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Main Content

Sidesaddle Up | Winter 2007 Out Here Magazine

Reviving the art of riding aside

By Jennifer Williams
Photography by Kevin Jacobus

On horseback, Rhonda Watts easily gallops, jumps, and competes, all with an added skill: she does it sidesaddle.

Rhonda, of Wilton, N.H., keeps the old-fashioned tradition of sidesaddle riding alive — a practice that most thought died out a long time ago.

Riding sidesaddle, also called riding aside, dates back to the 1800s, when it gave women a newfound freedom. They could escape daily duties to take a ride and they quickly found themselves on equal footing with male riders, able to ride at any gait, jump, and show off their horses and abilities.

However, in the 1900s, as women sought equality in all aspects of their lives, most put aside notions of what was considered ladylike and began to ride astride.

Some women, however, continued riding sidesaddle and passed their knowledge to others. Today, most equestriennes prefer to ride and compete astride, but some, such as Rhonda, cherish riding sidesaddle as a link to our history.

She started riding sidesaddle more than 35 years ago, but because she didn't have anyone to teach her, she studied photos of her grandmother riding sidesaddle and researched the practice.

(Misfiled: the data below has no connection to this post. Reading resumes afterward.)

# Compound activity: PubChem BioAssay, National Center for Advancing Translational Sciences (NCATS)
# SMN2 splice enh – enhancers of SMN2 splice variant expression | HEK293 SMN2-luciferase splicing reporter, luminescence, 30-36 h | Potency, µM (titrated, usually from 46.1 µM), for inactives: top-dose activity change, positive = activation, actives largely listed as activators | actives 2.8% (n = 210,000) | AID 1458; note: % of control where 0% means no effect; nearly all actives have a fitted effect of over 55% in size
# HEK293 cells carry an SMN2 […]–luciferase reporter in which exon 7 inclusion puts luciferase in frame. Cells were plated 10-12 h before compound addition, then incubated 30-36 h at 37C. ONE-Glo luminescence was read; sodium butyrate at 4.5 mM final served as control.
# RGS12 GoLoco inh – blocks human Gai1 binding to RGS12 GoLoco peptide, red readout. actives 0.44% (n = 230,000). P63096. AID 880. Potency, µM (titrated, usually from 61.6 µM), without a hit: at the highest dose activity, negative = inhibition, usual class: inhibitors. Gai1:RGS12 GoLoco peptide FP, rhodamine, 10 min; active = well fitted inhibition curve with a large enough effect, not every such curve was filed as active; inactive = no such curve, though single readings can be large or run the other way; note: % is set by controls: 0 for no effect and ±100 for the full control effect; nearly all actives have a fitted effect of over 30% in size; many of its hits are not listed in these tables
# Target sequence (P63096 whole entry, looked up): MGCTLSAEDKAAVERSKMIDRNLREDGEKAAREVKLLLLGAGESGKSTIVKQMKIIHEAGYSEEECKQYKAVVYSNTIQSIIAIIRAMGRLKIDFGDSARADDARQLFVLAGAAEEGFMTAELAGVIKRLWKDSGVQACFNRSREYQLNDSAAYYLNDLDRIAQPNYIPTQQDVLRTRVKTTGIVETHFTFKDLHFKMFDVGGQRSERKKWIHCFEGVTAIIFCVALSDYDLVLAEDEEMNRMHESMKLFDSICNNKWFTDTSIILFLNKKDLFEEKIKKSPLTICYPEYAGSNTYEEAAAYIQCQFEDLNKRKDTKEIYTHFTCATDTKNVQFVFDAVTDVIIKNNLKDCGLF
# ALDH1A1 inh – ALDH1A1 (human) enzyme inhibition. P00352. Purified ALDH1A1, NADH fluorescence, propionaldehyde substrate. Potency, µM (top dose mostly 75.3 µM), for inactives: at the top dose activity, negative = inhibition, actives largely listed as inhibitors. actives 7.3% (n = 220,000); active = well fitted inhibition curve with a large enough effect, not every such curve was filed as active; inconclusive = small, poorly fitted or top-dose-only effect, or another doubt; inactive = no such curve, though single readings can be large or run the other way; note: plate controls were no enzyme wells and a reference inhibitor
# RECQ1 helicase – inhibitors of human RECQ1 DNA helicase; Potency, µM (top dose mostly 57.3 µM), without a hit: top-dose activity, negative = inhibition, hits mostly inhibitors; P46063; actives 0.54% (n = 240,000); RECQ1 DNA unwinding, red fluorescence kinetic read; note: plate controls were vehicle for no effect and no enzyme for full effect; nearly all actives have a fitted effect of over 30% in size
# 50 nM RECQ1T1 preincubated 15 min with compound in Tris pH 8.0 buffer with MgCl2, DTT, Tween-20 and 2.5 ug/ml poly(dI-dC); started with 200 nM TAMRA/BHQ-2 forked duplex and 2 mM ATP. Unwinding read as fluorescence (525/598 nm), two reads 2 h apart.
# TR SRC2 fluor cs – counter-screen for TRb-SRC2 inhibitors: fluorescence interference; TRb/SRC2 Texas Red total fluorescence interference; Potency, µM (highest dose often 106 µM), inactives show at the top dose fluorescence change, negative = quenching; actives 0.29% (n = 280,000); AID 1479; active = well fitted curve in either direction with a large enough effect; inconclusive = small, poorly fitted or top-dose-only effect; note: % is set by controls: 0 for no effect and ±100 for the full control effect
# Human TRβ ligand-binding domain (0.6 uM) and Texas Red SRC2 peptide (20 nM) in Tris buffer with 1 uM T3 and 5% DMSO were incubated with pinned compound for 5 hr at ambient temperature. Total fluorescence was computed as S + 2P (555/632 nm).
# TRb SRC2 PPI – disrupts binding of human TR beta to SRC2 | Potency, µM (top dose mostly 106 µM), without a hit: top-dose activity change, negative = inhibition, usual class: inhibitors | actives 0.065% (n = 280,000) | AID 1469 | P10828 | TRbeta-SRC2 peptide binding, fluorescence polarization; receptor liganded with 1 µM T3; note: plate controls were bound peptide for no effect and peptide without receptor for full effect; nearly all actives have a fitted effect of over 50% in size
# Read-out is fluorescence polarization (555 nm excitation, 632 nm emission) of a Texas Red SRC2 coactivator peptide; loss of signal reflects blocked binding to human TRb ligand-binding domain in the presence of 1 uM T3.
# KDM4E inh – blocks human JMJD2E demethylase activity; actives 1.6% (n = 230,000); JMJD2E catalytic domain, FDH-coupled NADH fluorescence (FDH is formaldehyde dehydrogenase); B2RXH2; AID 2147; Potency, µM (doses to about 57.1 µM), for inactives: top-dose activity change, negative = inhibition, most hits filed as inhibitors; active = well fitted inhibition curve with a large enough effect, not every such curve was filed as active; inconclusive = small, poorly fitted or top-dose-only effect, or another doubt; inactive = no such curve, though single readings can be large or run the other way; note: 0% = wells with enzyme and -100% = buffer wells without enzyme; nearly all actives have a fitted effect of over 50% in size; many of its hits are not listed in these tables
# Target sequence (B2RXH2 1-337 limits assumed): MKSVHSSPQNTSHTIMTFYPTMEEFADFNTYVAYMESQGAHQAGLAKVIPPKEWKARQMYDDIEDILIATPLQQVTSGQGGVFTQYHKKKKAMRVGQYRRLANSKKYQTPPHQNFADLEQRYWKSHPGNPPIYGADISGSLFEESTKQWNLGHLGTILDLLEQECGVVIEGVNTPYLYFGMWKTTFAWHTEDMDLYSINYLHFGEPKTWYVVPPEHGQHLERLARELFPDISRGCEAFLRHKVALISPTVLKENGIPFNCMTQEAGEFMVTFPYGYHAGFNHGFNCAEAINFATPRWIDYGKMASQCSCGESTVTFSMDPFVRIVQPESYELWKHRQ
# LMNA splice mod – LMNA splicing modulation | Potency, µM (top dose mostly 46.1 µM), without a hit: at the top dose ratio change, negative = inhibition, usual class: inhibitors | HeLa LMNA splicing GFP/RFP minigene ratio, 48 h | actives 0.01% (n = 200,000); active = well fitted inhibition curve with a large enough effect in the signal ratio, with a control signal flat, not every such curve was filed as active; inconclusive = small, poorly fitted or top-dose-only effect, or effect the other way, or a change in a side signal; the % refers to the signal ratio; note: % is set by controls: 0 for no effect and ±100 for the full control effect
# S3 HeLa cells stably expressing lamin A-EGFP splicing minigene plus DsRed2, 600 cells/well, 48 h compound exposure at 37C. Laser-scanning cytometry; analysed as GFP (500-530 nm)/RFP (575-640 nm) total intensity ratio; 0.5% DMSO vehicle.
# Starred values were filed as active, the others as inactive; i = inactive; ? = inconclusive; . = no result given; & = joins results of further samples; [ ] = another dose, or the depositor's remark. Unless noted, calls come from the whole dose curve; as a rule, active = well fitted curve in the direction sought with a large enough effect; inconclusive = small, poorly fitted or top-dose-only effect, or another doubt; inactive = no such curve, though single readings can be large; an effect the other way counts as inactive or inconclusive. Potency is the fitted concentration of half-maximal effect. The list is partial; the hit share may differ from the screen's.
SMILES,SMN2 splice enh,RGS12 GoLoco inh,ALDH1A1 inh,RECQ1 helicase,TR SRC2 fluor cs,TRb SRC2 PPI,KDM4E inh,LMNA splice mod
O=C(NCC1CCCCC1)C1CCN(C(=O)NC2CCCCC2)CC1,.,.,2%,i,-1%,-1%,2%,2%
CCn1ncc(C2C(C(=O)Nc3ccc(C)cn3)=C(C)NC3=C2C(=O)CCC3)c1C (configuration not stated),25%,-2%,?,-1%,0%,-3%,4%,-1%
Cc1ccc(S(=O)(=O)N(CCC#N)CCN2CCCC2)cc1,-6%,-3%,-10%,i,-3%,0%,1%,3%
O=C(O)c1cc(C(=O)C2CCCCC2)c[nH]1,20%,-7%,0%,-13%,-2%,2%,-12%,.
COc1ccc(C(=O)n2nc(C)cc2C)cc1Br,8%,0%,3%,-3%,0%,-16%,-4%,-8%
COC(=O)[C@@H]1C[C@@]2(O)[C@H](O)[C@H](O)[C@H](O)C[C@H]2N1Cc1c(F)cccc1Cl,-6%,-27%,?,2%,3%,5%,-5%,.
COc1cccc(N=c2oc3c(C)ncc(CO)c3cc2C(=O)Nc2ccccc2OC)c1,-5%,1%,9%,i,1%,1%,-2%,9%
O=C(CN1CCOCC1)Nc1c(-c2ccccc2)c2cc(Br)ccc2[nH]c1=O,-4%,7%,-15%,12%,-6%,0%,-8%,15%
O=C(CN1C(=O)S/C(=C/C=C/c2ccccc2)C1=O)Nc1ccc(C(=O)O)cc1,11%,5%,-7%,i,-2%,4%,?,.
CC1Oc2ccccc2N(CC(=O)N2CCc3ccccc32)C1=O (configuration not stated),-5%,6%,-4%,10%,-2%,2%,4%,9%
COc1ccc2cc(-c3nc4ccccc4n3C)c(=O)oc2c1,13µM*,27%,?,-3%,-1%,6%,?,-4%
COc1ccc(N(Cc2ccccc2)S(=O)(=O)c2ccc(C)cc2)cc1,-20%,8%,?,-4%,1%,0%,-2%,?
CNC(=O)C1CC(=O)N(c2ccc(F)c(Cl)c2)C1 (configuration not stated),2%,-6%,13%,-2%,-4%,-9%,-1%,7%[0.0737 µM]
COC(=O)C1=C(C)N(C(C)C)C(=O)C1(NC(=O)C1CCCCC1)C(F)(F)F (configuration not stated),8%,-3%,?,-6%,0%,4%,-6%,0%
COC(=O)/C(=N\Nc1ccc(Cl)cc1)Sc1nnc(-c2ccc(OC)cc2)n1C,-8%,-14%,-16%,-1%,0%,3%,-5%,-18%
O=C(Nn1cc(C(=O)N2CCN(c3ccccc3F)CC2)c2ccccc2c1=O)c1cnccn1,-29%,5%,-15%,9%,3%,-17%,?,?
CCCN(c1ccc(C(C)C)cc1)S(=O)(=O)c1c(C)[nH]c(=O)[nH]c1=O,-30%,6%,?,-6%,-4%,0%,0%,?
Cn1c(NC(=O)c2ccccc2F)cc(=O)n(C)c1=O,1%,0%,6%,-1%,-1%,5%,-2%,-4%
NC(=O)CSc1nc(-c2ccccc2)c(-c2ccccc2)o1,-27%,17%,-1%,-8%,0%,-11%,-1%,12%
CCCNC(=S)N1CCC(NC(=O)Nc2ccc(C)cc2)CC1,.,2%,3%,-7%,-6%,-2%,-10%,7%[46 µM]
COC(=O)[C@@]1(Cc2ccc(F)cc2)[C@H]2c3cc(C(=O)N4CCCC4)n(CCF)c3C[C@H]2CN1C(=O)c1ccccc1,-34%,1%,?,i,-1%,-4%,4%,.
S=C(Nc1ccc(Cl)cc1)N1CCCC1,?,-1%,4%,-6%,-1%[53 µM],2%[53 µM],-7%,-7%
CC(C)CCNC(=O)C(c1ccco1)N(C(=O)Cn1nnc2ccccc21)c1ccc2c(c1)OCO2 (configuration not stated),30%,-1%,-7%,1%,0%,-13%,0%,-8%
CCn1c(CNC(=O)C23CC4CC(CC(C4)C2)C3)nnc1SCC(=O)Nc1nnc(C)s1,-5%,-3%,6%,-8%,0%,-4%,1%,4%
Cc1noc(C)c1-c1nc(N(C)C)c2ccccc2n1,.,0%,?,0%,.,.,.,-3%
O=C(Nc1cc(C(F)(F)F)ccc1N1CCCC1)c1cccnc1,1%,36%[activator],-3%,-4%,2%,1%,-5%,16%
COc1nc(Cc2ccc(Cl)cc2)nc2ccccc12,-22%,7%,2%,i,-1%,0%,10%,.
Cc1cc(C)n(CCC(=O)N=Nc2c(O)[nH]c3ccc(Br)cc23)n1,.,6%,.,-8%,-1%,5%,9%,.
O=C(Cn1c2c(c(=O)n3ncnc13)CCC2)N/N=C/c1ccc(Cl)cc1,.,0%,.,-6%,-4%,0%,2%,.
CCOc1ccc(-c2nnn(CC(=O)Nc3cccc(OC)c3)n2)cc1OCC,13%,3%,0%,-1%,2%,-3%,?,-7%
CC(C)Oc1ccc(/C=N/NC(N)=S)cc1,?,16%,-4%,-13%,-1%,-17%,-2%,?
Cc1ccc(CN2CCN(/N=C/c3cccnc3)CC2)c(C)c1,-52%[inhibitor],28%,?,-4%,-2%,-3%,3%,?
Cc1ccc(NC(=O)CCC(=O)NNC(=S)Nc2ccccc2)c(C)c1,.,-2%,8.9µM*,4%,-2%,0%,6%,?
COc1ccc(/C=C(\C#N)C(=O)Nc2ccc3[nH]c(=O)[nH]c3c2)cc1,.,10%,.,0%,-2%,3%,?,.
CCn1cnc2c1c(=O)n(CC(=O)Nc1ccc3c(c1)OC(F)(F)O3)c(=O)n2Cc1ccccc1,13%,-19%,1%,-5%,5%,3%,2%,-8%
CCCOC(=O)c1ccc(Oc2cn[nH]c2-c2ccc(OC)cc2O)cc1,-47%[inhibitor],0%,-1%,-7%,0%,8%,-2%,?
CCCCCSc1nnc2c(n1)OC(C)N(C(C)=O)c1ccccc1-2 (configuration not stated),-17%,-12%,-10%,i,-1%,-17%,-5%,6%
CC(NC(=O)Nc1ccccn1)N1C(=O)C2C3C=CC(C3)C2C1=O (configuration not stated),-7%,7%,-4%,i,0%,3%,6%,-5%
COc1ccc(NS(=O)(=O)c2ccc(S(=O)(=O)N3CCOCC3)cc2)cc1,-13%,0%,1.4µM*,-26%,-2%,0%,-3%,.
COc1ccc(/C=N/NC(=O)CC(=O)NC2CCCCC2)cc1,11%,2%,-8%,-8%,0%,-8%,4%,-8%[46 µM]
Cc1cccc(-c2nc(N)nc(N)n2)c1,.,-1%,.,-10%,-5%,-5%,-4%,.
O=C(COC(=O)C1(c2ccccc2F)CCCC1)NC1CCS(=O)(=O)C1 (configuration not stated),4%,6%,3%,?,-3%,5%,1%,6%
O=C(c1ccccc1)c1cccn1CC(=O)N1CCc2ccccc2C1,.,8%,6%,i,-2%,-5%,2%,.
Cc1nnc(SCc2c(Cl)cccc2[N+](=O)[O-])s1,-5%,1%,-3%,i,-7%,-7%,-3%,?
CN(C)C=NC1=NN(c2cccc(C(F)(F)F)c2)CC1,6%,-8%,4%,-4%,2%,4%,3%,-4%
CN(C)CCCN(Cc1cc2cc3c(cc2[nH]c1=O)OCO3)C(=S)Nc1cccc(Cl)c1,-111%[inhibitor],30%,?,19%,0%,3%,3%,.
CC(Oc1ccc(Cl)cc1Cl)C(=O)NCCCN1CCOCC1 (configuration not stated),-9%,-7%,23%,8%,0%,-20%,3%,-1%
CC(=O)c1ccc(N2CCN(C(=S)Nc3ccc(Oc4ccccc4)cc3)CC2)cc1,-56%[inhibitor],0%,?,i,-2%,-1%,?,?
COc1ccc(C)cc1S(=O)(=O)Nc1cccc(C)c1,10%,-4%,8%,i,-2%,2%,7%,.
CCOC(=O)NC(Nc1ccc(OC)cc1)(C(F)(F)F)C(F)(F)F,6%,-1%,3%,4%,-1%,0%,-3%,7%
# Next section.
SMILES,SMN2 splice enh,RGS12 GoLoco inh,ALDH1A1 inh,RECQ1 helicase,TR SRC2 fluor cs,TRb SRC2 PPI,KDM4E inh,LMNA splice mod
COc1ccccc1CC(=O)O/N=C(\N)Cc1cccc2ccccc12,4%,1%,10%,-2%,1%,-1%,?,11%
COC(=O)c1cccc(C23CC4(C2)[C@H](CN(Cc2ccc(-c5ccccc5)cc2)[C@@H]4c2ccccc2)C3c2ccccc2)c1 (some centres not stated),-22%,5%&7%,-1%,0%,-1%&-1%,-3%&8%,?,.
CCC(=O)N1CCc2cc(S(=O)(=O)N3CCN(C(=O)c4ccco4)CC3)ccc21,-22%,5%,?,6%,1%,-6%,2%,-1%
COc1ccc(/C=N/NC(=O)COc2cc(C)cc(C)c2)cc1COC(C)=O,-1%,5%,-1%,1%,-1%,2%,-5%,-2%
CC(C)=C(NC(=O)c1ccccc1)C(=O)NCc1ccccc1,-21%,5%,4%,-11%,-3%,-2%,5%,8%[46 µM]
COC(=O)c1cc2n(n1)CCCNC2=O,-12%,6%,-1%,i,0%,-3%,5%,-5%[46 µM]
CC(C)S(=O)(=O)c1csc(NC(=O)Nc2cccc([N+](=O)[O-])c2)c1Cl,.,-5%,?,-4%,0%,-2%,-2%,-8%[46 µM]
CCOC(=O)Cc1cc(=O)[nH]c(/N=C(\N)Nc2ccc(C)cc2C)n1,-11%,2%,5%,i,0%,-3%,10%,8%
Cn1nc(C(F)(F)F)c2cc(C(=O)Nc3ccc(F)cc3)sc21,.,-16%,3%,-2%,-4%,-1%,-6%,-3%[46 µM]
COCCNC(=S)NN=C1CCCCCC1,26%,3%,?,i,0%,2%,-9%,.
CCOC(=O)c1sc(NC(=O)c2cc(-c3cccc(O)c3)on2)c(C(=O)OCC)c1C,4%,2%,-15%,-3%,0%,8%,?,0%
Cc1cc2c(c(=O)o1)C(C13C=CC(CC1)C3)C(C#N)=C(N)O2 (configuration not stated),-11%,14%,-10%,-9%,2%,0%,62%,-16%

As she immersed herself in riding sidesaddle, she caught the attention of others. "People were disappointed if I didn't do things aside, and I was having fun proving I could do anything in my sidesaddle that could be done astride," she says.

Rhonda Watts, outfitted in an 1850s period costume, shoots and rides sidesaddle as part of historical re-enactments.

Since then, Rhonda has shown in almost every competitive discipline and has a long list of show accolades to prove that she can do anything aside and do it well.


Rhonda's sidesaddle achievements don't stop in the show ring. When members of the Lafayette Artillery, New Hampshire's oldest remaining local militia group, saw Rhonda wearing an 1850s habit at a parade, they asked her to join their group. She now rides in several parades each year, taking part in re-enactments and helping with the group's civil service activities.


At re-enactments, Rhonda explains the role of women during the Civil War, taking the role of a civilian or a vivandiere — female relatives of soldiers who traveled with units, giving aid by bringing water to men in battle and nursing the injured.


Rhonda's enthusiasm for side-saddle spills into all aspects of her life: she and her husband were married at a fox hunt and she shares stories about her sidesaddle activities and horses with children she teaches in New Hampshire schools.


She also serves the sidesaddle community by giving lessons to aspiring sidesaddle enthusiasts and teaching clinics across the country. She regularly gives women their first taste of riding aside, and she helps nurture their excitement and joy at discovering a piece of history.


Jennifer Williams is a freelance writer and co-founder of the American Sidesaddle Association.